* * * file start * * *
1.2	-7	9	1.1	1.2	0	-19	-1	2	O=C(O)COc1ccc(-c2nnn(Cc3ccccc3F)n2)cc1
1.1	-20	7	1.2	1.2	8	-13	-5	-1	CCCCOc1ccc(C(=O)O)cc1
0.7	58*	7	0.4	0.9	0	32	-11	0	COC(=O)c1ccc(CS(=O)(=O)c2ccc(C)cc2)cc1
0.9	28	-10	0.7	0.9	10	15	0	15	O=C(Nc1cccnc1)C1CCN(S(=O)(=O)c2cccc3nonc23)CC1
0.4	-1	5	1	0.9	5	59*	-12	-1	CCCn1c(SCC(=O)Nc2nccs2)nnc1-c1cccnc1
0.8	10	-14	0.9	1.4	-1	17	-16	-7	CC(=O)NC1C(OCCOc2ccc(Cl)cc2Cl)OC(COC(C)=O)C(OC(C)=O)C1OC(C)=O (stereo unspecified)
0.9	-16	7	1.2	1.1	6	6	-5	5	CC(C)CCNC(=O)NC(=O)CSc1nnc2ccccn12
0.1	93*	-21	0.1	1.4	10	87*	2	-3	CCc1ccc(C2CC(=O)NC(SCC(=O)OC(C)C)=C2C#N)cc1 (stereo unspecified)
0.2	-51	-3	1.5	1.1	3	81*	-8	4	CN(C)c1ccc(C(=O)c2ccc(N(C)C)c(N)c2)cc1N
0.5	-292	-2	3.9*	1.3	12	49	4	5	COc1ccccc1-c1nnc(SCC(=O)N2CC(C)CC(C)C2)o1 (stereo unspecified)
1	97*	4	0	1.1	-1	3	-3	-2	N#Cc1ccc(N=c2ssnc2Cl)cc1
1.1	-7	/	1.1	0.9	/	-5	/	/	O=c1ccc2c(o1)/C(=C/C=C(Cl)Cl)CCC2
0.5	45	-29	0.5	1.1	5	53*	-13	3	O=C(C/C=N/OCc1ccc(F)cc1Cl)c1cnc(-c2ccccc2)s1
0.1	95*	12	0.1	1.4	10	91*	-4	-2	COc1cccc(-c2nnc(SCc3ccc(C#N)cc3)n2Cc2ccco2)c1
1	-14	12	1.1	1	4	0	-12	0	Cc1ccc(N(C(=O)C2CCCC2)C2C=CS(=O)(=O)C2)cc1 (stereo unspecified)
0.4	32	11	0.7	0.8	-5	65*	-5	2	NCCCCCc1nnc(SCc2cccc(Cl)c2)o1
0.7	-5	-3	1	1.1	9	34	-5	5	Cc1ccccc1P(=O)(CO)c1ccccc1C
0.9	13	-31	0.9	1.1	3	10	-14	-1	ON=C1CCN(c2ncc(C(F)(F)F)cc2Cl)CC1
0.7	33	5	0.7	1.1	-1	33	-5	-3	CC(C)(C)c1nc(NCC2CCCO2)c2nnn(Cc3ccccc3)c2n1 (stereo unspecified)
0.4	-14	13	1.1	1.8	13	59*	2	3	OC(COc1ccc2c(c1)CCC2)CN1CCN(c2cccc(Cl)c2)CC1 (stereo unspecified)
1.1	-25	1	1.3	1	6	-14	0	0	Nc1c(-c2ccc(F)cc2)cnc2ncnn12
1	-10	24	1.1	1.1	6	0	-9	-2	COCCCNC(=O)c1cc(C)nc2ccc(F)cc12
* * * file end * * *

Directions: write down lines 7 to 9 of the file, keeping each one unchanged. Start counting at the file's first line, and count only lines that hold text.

0.9	-16	7	1.2	1.1	6	6	-5	5	CC(C)CCNC(=O)NC(=O)CSc1nnc2ccccn12
0.1	93*	-21	0.1	1.4	10	87*	2	-3	CCc1ccc(C2CC(=O)NC(SCC(=O)OC(C)C)=C2C#N)cc1 (stereo unspecified)
0.2	-51	-3	1.5	1.1	3	81*	-8	4	CN(C)c1ccc(C(=O)c2ccc(N(C)C)c(N)c2)cc1N